Frequent Aspirin Use Found To Reduce The Risk Of Cervical Cancer

Frequent Aspirin Use Found To Reduce The Risk Of Cervical Cancer

According to a study led by scientists at the Roswell Park Cancer Institute (RPCI) and published in the Journal of Lower Genital Tract Disease, the frequent and long-term usage of aspirin is connected with a significantly decreased risk of cervical cancer.

According to this study, aspirin usage was associated with a decrease of 47 percent in the overall risk of cervical cancer among individuals who are frequent users (those who utilized aspirin 7 or more times per weak, independently of duration) and a 41 percent decreased risk in long-term frequent users (individuals who used it frequently for 5 or more years).

Acetaminophen (or paracetamol) use was not connected to decreased risk of cervical cancer. The Professor of Oncology in the Department of Cancer Prevention and Control at Roswell Park, Kirsten Moysich, PhD, led the study, which reported the results from the first United States-based assessment examining the connection between regular uptake of acetaminophen or aspirin.

“Aspirin use remains an attractive cancer-prevention option, due to the fact that most people will be more likely to take a pill rather than make major lifestyle modifications such as quitting smoking, eating a healthy diet and engaging in physical activity. However, people need to talk to their doctor before starting an aspirin regimen,” noted Dr. Moysich.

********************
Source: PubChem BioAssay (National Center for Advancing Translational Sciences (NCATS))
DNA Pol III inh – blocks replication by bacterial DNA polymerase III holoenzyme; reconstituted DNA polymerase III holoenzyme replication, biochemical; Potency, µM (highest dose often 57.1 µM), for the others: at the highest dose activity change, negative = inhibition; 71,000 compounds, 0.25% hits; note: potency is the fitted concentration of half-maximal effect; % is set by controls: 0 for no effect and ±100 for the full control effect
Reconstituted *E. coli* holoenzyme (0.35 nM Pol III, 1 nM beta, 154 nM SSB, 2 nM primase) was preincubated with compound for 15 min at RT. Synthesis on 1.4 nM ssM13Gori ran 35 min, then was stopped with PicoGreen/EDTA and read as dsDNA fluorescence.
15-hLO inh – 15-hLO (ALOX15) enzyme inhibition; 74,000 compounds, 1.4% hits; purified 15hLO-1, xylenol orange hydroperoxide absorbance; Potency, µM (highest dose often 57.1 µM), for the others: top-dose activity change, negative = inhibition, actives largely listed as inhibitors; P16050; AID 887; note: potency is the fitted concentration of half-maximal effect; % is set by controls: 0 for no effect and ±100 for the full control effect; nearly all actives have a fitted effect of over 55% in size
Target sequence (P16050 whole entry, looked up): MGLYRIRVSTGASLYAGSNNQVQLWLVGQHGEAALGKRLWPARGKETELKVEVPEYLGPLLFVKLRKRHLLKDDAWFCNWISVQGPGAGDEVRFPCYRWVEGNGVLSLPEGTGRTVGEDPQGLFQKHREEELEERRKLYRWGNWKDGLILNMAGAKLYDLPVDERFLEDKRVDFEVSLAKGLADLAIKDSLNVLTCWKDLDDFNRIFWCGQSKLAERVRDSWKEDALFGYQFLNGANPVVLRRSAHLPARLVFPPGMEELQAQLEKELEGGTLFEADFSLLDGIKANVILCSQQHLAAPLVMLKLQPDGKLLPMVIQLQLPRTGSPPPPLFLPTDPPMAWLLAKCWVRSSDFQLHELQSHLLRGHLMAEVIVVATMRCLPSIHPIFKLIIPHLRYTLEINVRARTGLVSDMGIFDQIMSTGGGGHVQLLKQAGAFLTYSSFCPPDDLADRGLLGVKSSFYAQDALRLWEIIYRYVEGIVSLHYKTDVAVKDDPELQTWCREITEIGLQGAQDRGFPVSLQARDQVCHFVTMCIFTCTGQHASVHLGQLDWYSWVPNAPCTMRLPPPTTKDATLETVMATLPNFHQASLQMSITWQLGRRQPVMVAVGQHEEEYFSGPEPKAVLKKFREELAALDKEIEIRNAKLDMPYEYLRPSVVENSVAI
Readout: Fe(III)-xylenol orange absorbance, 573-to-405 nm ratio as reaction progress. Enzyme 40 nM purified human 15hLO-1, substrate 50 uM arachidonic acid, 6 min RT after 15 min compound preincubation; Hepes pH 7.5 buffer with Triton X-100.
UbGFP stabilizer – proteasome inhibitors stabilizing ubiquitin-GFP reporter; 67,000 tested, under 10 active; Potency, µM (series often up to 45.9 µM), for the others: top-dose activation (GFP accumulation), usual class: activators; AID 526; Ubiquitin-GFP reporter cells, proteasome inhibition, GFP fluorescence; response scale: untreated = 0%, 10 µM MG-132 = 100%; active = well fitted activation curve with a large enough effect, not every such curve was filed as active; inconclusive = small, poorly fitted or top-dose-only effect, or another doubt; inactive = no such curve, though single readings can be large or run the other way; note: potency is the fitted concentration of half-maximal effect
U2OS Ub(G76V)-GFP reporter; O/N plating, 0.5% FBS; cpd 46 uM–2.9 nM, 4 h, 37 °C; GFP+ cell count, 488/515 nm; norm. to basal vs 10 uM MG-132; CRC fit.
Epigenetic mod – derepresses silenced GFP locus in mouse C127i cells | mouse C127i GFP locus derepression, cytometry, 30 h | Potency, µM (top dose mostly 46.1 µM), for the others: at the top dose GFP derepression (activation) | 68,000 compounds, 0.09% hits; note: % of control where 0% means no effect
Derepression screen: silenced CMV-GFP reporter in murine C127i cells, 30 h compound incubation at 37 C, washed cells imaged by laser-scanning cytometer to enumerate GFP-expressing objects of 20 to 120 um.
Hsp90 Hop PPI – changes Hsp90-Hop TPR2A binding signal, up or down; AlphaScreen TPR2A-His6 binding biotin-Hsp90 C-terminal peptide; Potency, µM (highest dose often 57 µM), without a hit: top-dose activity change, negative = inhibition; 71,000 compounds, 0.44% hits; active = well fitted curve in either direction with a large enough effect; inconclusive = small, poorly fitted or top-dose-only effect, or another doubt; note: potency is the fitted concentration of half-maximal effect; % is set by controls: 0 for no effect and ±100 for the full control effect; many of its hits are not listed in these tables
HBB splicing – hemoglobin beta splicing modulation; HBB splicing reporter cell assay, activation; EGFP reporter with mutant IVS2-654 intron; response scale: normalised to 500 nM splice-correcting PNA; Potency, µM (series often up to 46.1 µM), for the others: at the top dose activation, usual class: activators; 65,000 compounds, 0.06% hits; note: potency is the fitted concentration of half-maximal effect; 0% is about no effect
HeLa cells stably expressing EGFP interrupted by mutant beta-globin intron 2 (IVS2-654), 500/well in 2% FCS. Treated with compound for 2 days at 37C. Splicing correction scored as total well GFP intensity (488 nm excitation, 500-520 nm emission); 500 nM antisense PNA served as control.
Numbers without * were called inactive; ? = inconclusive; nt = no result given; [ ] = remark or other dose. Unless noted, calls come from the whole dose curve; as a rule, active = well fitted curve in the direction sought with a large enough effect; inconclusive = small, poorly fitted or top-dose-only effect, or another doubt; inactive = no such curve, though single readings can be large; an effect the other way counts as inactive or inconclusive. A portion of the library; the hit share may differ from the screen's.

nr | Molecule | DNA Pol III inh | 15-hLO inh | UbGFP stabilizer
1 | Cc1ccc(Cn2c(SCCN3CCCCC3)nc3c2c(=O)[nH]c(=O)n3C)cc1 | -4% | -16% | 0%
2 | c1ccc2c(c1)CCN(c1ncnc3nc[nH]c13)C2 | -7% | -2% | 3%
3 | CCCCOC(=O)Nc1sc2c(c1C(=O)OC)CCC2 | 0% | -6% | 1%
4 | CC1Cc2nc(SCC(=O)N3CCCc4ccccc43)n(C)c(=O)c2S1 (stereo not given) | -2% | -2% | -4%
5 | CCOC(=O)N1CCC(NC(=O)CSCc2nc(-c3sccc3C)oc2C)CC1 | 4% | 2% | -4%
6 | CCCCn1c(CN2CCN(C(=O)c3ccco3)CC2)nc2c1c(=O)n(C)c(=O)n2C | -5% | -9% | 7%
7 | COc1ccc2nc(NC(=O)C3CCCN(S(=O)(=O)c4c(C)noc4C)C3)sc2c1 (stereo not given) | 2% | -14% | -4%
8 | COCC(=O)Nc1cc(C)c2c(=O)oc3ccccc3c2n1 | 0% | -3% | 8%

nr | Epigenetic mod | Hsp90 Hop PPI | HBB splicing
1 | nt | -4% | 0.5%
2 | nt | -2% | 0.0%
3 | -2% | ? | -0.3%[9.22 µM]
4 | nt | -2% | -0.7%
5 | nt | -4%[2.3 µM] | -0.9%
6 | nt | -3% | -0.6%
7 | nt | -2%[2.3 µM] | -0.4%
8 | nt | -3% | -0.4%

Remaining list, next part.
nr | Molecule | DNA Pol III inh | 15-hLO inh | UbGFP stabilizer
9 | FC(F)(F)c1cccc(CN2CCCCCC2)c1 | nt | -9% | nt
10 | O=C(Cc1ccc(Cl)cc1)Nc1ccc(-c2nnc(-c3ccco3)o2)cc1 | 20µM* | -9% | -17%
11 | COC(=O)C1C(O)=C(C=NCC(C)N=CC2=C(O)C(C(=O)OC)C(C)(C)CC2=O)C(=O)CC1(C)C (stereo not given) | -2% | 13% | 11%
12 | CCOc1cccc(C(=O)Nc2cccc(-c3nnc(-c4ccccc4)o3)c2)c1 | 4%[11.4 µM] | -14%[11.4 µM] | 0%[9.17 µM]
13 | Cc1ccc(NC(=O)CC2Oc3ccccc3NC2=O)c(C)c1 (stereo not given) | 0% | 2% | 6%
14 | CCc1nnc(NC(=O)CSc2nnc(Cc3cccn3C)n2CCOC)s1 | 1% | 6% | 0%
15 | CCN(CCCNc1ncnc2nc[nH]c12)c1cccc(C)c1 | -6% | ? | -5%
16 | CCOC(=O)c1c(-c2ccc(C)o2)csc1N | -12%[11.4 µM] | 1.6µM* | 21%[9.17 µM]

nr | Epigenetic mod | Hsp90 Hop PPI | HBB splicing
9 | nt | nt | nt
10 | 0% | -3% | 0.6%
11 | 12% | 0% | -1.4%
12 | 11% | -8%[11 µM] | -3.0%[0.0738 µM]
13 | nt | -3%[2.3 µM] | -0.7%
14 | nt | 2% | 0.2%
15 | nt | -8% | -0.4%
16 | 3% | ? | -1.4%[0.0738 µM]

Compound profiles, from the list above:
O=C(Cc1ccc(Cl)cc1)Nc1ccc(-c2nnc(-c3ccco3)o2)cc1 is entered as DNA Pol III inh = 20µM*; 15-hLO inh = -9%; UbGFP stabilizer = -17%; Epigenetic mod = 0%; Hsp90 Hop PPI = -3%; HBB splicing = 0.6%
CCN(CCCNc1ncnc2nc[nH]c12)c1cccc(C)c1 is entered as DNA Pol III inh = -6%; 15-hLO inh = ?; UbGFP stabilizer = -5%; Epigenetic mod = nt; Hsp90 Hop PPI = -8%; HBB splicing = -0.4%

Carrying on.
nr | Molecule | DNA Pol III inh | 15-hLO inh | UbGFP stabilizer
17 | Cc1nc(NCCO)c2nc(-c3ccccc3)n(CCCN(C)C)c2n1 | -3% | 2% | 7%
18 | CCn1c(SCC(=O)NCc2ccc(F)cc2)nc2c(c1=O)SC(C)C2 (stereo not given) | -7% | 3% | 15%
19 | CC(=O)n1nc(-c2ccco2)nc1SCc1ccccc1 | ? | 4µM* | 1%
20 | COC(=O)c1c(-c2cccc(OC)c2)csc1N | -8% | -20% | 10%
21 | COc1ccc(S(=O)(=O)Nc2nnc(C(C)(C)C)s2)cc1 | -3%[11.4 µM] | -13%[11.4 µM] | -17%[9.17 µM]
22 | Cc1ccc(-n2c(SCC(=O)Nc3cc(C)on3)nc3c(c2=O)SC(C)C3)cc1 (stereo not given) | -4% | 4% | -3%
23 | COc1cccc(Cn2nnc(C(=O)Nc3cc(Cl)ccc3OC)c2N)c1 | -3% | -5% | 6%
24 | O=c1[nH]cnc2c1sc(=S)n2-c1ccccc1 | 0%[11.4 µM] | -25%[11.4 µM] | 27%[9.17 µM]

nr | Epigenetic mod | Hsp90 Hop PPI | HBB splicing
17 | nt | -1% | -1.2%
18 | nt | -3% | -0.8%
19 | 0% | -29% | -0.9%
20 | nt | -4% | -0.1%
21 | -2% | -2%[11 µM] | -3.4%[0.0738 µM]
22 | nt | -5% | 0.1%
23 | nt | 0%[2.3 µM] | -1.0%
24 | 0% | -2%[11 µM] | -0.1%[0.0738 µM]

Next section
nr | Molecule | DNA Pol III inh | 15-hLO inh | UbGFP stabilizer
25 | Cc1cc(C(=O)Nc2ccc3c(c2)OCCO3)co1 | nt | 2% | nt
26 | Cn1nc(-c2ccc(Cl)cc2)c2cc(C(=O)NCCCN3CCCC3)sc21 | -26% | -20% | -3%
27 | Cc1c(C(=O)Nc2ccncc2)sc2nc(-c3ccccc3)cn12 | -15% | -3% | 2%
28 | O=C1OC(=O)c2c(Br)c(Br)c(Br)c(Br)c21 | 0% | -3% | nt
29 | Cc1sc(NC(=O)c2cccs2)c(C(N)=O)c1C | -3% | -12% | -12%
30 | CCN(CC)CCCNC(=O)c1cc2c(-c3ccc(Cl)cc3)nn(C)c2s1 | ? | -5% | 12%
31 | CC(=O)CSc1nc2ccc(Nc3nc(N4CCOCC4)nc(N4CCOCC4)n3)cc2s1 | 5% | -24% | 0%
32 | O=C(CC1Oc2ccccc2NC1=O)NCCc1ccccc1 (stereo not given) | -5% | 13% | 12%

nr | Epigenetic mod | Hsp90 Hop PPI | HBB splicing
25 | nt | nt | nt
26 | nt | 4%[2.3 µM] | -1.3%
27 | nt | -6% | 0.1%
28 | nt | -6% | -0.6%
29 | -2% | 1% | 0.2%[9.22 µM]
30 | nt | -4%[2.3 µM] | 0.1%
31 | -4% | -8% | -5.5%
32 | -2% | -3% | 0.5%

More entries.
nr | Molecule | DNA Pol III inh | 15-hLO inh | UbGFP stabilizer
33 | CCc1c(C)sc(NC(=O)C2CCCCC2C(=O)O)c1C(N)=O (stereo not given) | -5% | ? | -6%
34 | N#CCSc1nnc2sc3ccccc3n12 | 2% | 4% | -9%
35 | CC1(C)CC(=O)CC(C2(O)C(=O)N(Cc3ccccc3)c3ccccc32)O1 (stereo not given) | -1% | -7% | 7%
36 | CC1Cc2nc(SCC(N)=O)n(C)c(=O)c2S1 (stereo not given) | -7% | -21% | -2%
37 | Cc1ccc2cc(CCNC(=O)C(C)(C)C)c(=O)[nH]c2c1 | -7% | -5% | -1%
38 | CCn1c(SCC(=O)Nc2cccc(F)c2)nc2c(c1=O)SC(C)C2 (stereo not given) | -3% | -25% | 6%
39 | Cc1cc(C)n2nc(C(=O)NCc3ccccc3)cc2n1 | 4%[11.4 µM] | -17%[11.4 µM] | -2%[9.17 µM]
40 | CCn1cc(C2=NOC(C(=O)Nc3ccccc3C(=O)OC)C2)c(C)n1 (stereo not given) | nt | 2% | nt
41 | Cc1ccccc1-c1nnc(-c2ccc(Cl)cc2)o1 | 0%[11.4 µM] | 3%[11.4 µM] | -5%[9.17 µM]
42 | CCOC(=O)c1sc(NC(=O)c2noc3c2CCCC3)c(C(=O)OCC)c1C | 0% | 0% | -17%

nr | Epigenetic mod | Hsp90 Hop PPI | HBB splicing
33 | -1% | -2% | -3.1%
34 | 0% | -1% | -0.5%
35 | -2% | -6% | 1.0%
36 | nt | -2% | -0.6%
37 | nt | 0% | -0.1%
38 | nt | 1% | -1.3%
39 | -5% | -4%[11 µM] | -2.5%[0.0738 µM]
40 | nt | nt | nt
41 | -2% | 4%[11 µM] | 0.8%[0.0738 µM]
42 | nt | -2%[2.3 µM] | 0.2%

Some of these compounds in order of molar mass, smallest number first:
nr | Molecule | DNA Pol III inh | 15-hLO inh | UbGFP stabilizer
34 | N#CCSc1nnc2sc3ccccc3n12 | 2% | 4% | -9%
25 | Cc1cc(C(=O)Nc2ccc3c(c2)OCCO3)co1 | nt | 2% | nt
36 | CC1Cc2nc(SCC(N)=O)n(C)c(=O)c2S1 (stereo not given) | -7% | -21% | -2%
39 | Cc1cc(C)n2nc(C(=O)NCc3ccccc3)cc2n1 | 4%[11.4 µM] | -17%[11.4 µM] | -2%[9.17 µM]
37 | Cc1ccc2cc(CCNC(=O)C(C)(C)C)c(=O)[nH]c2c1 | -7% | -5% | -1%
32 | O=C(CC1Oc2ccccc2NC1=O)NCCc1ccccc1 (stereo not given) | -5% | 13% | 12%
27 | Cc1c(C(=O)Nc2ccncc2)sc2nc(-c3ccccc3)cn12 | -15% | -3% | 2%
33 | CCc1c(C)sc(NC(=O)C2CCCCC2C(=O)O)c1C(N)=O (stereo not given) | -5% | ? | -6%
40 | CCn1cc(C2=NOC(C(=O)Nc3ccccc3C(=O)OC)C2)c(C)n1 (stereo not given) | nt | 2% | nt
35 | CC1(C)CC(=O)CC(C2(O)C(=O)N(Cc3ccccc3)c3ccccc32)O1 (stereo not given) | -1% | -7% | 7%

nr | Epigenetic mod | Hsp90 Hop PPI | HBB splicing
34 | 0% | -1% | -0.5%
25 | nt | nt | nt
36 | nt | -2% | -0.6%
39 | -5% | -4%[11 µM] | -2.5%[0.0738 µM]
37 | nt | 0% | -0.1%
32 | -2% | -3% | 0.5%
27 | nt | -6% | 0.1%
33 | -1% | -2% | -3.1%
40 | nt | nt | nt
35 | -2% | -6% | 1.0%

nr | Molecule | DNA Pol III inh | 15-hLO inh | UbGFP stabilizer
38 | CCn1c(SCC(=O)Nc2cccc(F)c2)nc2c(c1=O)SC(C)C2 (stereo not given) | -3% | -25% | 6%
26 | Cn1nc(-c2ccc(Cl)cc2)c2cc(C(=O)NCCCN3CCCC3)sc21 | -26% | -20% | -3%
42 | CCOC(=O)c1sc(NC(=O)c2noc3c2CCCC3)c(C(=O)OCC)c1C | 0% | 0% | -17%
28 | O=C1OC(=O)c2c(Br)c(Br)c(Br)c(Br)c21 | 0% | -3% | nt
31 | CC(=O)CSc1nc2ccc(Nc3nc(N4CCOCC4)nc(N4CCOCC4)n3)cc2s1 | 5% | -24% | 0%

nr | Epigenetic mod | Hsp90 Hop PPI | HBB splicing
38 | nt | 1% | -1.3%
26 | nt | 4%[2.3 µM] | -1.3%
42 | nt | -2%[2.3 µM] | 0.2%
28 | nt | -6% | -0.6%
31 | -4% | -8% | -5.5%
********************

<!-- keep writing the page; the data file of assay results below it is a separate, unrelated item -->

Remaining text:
The assessment included 328 patients suffering with cervical cancer and 1,312 individuals that served as controls. These patients belonged to a Roswell Park Cancer Institute data base of 26,831 patients treated between 1982 and 1998. Participants gave self-reported information about duration and frequency of aspirin and/or acetaminophen use.

Moysich stated: “Further research is needed on the role of daily, long-term use of aspirin and acetaminophen as both cervical cancer chemopreventive agents and enhancement to standard treatment strategies post-diagnosis.”

A total of 12,900 new cases of cervical cancer will be diagnosed in 2015, according to the American Cancer Society, and 4,100 women will die due to the malignancy.

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The American College of Physicians (ACP) has released clinical advice to reduce the overuse of cervical cancer screening in average risk women without symptoms. The study “Cervical Cancer Screening in Average Risk Women” was published in Annals of Internal Medicine and is signed by two organizations: the American Congress of Obstetricians and Gynecologists and the American Society for Clinical Pathology.

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Isaura Santos graduated with a BS in Cell and Molecular Biology from Universidade Nova de Lisboa and a MA in Communication, Culture and Information Technologies from University Institute of Lisbon (ISCTE-IUL). Her professional interests include science communication, public awareness of science and communication of science through entertainment.

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